Because platelets are not amenable to genetic manipulations, we sought to establish a model cell system in which the phosphorylation of vinculin could be further investigated. As COS-7 cells are more resistant to vanadate than other cell types (e.g., NIH 3T3 cells), we constructed and expressed a recombinant His-tagged vinculin (His-vinculin) cDNA in these cells. His-vinculin was successfully expressed in COS-7 cells, but the protein was not phosphorylated either in the absence or the presence of vanadate (Figure 4). However, coexpression of His-vinculin with a constitutively active form of c-Src (Y529F) resulted in robust phosphorylation of vinculin. The phosphorylation of vinculin was only detected in cells treated with vanadate, indicating that in the absence of vanadate vinculin is rapidly dephosphorylated by an endogenous phosphatase. Endogenous vinculin immunoprecipitated with the mAb to vinculin also was phosphorylated in vanadate-treated cells cotransfected with c-Src (Figure 4C). The phosphorylation of the endogenous vinculin was somewhat variable, and in some experiments (Figure 5), it was barely detectable. Based on these findings, the phosphorylation of vinculin was examined in all subsequent experiments in COS-7 cells that were cotransfected with c-Src and treated with vanadate.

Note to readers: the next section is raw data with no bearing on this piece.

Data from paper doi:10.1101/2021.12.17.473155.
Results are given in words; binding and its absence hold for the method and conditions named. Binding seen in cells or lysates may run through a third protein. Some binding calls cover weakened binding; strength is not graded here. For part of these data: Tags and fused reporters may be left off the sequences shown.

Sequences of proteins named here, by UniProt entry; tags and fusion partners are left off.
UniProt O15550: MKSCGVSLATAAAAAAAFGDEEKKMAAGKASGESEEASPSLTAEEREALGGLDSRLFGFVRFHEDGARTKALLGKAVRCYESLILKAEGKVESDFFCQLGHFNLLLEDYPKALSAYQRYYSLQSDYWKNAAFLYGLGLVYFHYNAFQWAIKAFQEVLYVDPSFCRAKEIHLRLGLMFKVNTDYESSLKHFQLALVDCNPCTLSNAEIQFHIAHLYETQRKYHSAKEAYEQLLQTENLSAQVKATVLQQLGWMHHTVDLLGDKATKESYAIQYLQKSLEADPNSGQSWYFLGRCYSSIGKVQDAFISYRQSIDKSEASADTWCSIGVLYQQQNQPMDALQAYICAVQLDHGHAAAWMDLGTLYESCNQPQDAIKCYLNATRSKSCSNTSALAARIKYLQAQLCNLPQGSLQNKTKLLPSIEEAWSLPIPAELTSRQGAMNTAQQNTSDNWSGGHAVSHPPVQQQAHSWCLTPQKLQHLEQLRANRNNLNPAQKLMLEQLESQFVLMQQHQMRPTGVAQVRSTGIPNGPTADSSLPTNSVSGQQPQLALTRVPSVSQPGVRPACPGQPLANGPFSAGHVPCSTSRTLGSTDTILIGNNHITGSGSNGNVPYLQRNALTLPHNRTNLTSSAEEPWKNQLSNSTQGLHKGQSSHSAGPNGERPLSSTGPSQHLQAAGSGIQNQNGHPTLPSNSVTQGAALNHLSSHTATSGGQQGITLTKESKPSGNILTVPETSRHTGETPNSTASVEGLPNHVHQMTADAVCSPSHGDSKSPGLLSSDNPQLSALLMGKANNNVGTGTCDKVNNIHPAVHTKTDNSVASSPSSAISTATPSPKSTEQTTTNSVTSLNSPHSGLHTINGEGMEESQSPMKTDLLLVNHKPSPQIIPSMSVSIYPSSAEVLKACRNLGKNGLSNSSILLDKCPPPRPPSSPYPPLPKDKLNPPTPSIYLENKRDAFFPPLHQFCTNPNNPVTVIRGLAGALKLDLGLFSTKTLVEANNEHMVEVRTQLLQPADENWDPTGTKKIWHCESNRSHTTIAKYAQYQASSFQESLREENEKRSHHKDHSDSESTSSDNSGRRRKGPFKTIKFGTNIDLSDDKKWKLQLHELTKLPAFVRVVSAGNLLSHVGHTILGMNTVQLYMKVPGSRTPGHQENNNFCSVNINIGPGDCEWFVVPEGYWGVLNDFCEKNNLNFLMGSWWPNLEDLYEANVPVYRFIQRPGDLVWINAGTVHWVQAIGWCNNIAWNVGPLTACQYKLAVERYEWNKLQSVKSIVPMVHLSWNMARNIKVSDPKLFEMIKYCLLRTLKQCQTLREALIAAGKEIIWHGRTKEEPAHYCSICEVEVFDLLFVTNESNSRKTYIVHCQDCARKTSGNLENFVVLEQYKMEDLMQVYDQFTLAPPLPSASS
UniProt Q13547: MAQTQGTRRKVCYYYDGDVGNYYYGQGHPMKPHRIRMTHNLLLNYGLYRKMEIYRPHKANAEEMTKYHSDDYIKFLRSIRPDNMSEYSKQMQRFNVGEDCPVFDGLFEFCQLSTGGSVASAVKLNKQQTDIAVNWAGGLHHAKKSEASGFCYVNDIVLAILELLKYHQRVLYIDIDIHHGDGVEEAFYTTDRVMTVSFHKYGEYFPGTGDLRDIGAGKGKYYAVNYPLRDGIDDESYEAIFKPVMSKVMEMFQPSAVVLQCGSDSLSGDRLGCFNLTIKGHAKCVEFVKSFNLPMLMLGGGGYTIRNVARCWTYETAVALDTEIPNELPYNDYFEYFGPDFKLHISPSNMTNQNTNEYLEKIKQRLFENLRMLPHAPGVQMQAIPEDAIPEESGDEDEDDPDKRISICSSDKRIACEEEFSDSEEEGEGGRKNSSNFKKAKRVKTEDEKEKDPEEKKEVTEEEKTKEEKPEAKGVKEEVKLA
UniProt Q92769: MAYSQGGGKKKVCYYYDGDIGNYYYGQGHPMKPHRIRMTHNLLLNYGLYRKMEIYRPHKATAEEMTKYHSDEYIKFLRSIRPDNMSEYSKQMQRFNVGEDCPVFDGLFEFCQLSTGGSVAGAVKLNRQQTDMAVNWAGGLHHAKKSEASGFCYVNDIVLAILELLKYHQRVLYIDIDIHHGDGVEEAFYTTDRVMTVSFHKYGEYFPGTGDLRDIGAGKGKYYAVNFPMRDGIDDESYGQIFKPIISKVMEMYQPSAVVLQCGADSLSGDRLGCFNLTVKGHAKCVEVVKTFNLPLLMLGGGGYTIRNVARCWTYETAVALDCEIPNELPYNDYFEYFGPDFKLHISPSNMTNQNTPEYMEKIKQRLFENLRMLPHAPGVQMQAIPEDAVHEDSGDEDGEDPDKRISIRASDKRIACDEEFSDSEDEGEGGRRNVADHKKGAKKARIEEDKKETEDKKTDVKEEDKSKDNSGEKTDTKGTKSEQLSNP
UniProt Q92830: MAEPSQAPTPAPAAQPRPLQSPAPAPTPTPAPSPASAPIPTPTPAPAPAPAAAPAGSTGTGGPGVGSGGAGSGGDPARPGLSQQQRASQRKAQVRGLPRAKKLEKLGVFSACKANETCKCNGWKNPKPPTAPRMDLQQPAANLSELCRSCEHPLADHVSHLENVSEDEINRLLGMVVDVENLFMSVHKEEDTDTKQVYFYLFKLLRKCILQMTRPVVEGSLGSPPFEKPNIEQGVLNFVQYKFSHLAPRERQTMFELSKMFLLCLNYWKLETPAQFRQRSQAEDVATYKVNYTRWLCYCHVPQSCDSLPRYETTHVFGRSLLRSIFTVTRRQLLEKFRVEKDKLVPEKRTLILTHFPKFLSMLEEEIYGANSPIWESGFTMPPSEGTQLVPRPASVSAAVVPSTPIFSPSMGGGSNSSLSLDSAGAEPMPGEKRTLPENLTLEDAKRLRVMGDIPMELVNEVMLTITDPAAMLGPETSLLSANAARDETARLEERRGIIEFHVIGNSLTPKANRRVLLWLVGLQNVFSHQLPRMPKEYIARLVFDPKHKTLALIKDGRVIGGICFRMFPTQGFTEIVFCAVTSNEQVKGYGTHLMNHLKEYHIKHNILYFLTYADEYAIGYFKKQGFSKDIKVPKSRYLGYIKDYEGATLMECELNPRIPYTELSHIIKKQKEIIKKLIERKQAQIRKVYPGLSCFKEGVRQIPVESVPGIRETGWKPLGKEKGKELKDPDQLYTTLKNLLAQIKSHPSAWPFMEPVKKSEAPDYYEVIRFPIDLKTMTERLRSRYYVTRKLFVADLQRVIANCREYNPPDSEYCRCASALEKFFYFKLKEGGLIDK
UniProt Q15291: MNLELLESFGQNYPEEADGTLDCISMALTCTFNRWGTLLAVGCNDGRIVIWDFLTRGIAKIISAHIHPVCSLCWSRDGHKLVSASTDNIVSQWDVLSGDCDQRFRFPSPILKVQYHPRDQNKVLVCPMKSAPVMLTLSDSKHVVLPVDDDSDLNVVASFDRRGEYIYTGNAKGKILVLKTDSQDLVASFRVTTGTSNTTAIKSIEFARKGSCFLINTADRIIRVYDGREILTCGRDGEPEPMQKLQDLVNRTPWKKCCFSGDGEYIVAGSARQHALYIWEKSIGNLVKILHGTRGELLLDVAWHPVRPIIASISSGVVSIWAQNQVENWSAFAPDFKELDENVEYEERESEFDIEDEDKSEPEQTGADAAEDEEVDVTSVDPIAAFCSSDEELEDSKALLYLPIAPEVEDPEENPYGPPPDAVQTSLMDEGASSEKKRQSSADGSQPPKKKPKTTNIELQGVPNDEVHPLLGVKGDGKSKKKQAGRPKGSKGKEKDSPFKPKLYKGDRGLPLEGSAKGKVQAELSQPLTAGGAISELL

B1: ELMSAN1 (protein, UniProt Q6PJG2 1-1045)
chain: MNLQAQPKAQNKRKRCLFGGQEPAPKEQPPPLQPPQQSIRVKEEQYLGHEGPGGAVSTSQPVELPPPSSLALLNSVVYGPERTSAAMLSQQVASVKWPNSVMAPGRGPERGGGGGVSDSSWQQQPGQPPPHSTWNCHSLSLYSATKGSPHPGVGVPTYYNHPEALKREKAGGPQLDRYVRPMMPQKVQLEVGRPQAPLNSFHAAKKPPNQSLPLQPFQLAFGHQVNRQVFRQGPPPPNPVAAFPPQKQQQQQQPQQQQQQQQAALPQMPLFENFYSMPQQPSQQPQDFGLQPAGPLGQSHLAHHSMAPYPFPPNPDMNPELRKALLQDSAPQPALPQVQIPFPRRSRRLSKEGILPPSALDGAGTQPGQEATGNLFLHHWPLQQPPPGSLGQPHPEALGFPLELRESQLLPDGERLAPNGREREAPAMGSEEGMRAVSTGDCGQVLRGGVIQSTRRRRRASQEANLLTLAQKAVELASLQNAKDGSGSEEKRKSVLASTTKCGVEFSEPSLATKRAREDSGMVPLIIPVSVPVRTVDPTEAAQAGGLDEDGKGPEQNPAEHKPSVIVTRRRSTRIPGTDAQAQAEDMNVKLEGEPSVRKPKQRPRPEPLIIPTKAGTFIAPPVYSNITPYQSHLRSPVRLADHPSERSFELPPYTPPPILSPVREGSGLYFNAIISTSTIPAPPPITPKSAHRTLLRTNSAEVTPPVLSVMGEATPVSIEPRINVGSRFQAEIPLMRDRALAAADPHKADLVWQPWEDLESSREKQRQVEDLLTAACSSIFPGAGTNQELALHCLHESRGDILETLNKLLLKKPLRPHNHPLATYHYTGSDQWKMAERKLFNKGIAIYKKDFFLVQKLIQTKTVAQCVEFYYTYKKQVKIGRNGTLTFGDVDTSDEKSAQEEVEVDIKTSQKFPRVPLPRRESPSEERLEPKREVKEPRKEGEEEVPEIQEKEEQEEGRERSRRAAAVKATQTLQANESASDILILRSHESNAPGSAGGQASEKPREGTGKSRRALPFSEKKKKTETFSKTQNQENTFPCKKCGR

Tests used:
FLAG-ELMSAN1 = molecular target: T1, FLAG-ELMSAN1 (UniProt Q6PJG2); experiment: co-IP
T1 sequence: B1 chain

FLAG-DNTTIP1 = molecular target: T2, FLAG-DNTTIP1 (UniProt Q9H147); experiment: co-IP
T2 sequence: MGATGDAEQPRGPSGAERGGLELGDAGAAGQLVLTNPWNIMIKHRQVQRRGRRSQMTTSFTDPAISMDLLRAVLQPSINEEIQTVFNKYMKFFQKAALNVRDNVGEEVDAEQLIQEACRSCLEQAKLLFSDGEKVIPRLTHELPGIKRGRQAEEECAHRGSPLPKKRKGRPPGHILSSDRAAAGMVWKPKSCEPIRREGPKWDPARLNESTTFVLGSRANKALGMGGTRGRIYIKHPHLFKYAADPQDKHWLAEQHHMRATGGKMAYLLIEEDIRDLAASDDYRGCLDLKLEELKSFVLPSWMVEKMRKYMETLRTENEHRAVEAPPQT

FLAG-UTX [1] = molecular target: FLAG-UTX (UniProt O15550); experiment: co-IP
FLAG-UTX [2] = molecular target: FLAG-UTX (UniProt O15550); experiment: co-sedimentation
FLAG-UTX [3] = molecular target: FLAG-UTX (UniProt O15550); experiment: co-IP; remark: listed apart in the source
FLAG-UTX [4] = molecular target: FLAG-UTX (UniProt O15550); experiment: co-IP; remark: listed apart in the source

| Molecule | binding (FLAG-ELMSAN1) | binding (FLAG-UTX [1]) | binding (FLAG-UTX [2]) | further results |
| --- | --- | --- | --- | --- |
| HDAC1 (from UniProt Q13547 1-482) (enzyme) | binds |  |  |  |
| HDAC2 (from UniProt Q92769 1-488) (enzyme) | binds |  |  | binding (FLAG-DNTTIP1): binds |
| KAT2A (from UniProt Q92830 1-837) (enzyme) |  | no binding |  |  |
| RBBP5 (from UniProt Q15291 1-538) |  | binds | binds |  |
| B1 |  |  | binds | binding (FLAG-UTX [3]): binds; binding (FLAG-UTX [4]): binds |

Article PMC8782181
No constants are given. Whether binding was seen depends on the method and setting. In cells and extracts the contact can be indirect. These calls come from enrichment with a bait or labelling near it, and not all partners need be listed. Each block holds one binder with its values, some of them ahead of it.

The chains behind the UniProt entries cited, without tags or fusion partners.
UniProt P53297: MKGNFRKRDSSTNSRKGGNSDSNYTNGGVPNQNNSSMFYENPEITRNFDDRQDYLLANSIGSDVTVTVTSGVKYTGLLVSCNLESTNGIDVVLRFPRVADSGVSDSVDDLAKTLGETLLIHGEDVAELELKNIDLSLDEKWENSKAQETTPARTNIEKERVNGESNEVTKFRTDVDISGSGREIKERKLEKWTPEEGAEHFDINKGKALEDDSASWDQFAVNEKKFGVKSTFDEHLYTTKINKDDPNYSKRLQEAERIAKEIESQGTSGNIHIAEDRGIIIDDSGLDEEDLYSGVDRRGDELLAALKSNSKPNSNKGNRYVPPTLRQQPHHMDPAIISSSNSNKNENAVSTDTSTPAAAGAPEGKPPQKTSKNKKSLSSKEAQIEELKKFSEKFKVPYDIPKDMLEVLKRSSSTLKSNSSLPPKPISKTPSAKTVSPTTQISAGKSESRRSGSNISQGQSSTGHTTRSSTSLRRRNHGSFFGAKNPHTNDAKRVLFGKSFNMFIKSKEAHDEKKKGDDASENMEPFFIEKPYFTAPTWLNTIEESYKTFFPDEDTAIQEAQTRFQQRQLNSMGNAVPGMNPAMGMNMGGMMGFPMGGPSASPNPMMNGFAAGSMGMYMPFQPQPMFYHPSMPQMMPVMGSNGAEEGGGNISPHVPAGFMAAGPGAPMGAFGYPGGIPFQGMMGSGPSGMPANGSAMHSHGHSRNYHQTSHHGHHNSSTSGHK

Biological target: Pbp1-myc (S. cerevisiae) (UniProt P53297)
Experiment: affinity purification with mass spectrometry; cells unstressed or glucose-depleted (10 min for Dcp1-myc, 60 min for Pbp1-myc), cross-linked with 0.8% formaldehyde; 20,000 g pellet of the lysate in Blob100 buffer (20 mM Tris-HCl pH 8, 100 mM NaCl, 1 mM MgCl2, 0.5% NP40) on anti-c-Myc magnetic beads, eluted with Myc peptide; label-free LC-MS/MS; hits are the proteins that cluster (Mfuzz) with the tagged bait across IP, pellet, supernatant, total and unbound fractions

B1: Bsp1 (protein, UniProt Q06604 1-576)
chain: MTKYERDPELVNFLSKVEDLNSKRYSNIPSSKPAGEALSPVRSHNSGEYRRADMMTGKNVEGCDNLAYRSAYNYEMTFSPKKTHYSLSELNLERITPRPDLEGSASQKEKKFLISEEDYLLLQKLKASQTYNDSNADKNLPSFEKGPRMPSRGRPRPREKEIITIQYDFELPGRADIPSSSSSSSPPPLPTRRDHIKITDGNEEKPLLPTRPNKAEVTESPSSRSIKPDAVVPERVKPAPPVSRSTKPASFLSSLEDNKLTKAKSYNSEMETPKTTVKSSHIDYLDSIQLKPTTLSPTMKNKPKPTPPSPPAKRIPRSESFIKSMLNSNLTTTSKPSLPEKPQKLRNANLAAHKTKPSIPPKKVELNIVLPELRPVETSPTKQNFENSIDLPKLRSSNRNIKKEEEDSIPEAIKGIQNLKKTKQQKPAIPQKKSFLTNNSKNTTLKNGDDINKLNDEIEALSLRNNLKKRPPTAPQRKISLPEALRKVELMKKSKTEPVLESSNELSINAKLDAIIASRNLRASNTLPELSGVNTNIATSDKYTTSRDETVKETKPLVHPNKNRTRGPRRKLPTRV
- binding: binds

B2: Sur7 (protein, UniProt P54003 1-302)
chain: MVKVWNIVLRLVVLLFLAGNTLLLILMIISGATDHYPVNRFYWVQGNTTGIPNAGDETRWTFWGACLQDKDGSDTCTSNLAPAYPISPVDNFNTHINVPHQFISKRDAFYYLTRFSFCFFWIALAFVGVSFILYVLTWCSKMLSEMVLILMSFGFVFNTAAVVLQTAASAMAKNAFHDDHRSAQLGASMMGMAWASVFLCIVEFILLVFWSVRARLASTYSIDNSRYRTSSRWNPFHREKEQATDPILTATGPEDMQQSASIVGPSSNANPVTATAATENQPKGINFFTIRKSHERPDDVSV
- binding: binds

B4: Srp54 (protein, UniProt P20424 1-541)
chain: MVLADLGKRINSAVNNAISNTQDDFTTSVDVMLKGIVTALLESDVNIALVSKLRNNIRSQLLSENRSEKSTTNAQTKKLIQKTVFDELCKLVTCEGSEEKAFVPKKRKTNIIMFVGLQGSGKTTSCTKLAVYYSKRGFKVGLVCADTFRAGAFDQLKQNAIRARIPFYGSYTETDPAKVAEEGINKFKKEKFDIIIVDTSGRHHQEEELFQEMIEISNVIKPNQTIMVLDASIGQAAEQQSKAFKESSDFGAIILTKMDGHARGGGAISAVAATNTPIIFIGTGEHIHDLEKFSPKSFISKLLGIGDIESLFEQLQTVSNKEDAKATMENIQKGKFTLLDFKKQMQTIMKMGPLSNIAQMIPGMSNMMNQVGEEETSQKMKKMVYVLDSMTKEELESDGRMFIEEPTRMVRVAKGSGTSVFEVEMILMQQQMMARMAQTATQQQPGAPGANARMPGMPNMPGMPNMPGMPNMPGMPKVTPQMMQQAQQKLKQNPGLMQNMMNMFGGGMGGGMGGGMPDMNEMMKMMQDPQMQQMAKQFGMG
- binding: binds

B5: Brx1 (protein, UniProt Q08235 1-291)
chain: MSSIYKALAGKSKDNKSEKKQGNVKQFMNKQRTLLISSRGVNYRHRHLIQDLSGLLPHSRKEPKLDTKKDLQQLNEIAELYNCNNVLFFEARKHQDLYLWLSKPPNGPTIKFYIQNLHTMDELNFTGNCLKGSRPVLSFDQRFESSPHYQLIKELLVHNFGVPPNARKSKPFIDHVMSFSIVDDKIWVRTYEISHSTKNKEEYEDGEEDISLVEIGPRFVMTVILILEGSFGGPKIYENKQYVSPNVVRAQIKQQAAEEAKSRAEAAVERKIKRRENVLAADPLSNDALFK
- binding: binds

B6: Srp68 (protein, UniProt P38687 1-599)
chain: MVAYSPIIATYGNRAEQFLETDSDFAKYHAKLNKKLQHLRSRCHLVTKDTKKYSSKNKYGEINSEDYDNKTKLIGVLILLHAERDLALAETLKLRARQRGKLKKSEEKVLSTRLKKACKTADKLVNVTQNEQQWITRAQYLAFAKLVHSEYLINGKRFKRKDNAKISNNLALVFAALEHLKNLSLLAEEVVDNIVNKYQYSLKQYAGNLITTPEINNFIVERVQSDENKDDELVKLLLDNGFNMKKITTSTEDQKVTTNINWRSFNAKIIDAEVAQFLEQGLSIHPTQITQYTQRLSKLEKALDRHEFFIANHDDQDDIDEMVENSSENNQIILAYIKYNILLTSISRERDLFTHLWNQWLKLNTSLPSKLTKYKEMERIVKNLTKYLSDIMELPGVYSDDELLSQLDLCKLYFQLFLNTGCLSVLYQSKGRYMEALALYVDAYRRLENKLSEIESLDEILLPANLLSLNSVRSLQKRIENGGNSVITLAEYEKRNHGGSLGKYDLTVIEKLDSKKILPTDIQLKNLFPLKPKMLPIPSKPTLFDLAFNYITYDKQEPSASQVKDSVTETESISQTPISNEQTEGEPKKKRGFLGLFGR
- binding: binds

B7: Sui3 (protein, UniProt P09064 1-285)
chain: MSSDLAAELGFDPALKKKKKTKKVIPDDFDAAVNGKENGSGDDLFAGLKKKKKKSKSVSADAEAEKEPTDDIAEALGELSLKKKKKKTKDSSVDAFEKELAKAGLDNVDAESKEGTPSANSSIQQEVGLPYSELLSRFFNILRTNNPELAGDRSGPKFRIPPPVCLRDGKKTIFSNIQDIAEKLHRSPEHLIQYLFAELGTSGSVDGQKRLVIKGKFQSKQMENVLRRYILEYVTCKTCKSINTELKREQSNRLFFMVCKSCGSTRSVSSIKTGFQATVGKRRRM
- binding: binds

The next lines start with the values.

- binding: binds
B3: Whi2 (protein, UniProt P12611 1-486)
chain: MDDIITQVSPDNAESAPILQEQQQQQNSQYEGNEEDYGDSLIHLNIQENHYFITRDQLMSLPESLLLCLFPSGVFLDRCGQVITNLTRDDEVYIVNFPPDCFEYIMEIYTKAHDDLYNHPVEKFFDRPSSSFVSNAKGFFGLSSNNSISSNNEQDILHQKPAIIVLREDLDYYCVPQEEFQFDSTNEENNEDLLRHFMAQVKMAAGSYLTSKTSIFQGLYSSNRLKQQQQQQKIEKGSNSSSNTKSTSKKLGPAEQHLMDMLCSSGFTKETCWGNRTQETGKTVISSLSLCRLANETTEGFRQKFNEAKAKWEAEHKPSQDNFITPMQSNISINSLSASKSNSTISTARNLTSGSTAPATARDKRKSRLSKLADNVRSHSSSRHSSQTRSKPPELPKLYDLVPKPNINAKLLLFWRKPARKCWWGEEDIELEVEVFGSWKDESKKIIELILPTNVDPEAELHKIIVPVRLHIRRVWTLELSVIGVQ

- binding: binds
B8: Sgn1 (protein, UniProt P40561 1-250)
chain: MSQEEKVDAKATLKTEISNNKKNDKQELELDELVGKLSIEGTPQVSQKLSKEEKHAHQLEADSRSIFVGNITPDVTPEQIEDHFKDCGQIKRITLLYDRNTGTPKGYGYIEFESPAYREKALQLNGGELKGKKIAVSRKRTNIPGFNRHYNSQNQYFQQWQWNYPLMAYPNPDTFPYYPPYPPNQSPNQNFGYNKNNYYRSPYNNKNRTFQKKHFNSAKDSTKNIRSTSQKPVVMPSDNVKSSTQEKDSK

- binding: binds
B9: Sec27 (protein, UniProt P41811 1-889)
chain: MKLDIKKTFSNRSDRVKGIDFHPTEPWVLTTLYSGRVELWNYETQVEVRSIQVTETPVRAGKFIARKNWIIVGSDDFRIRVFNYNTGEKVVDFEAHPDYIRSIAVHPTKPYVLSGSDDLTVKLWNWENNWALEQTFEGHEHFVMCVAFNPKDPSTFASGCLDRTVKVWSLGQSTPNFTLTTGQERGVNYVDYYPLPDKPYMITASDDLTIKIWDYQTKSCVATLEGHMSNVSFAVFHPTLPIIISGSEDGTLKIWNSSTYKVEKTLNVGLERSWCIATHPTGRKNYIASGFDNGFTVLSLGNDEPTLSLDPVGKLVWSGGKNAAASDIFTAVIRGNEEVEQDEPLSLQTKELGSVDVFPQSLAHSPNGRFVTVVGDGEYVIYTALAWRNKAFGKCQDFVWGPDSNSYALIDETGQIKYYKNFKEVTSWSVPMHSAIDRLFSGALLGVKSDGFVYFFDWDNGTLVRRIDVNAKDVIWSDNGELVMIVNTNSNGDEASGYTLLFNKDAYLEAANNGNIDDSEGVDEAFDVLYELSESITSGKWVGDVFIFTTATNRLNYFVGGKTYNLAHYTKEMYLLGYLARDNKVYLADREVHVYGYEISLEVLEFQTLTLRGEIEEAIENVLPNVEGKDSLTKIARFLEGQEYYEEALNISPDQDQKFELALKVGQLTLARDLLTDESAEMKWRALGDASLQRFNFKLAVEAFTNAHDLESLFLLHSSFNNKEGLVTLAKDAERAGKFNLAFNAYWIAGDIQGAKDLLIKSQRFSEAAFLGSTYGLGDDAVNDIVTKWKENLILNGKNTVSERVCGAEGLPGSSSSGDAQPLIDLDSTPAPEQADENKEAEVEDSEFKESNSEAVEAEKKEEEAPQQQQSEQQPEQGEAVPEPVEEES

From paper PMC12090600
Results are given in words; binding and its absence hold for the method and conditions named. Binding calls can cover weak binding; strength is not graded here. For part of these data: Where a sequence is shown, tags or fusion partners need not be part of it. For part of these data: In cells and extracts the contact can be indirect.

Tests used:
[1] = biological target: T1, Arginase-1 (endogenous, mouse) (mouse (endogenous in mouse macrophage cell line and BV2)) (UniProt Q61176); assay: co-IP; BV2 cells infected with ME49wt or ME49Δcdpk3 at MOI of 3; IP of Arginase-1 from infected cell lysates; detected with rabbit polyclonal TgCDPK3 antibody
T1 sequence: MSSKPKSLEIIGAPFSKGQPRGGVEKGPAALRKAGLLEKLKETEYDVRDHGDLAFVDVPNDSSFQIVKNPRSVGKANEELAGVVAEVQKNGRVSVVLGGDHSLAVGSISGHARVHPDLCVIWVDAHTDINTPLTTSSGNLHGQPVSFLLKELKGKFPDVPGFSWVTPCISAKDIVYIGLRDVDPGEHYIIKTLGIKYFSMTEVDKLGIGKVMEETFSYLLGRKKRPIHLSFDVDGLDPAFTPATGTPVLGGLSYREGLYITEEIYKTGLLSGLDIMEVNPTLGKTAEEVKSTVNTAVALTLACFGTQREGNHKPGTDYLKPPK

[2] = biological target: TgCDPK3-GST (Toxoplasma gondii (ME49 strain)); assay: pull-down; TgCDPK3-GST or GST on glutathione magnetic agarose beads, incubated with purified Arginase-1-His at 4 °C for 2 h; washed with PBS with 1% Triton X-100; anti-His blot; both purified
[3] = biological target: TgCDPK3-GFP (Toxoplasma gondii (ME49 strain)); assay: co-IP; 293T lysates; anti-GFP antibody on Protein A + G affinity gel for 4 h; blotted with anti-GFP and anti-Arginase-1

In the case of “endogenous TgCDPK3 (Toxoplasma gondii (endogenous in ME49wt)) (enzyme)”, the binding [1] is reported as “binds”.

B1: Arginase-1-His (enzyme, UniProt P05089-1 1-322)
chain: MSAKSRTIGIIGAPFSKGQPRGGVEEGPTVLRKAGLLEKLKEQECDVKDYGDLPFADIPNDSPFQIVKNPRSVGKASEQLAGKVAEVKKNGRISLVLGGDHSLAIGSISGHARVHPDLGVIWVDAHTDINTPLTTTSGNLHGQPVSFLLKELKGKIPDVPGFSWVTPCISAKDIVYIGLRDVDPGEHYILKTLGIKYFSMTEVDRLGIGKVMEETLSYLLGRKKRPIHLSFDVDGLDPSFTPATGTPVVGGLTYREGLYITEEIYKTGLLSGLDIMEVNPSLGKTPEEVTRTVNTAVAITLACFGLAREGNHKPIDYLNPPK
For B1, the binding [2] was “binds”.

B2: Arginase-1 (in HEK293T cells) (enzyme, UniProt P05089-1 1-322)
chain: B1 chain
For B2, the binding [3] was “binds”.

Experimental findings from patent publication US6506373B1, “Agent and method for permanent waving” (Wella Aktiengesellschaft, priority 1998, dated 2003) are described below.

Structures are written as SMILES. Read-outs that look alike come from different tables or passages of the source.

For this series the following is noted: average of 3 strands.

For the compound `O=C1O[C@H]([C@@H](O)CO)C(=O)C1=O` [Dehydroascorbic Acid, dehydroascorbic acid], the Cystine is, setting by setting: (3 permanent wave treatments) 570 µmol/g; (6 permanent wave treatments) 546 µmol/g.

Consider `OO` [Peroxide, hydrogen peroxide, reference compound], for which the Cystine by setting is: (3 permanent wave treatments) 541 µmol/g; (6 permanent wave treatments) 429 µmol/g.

Vinculin contains 8 tyrosine residues (Figure 5A). Protease V8 cleaves vinculin in the proline-rich region (amino acid residues 837–879) to produce two major vinculin fragments: a 95-kDa head domain and a 30-kDa tail domain (Johnson and Craig, 1994 ). Seven of the eight tyrosine residues found in vinculin are located in the head domain. The only tyrosine residue located in the vinculin tail domain is positioned at residue 1065, one amino acid residue away from its carboxy-terminal end (Figure 5A). To begin to map the phosphorylation site(s) in vinculin, fibrinogen-adherent platelet lysates were resolved by SDS-PAGE, and the region of the gel containing phosphorylated vinculin was excised and subjected to in-gel digestion with carboxypeptidase Y, a proteolytic enzyme that removes amino acids from the carboxy-terminal end. Carboxypeptidase Y eliminated the reactivity of mAb 4G10 with the phosphorylated vinculin within minutes (unpublished data). These data provided the first indication that vinculin is phosphorylated on tyrosine residue 1065 in platelets.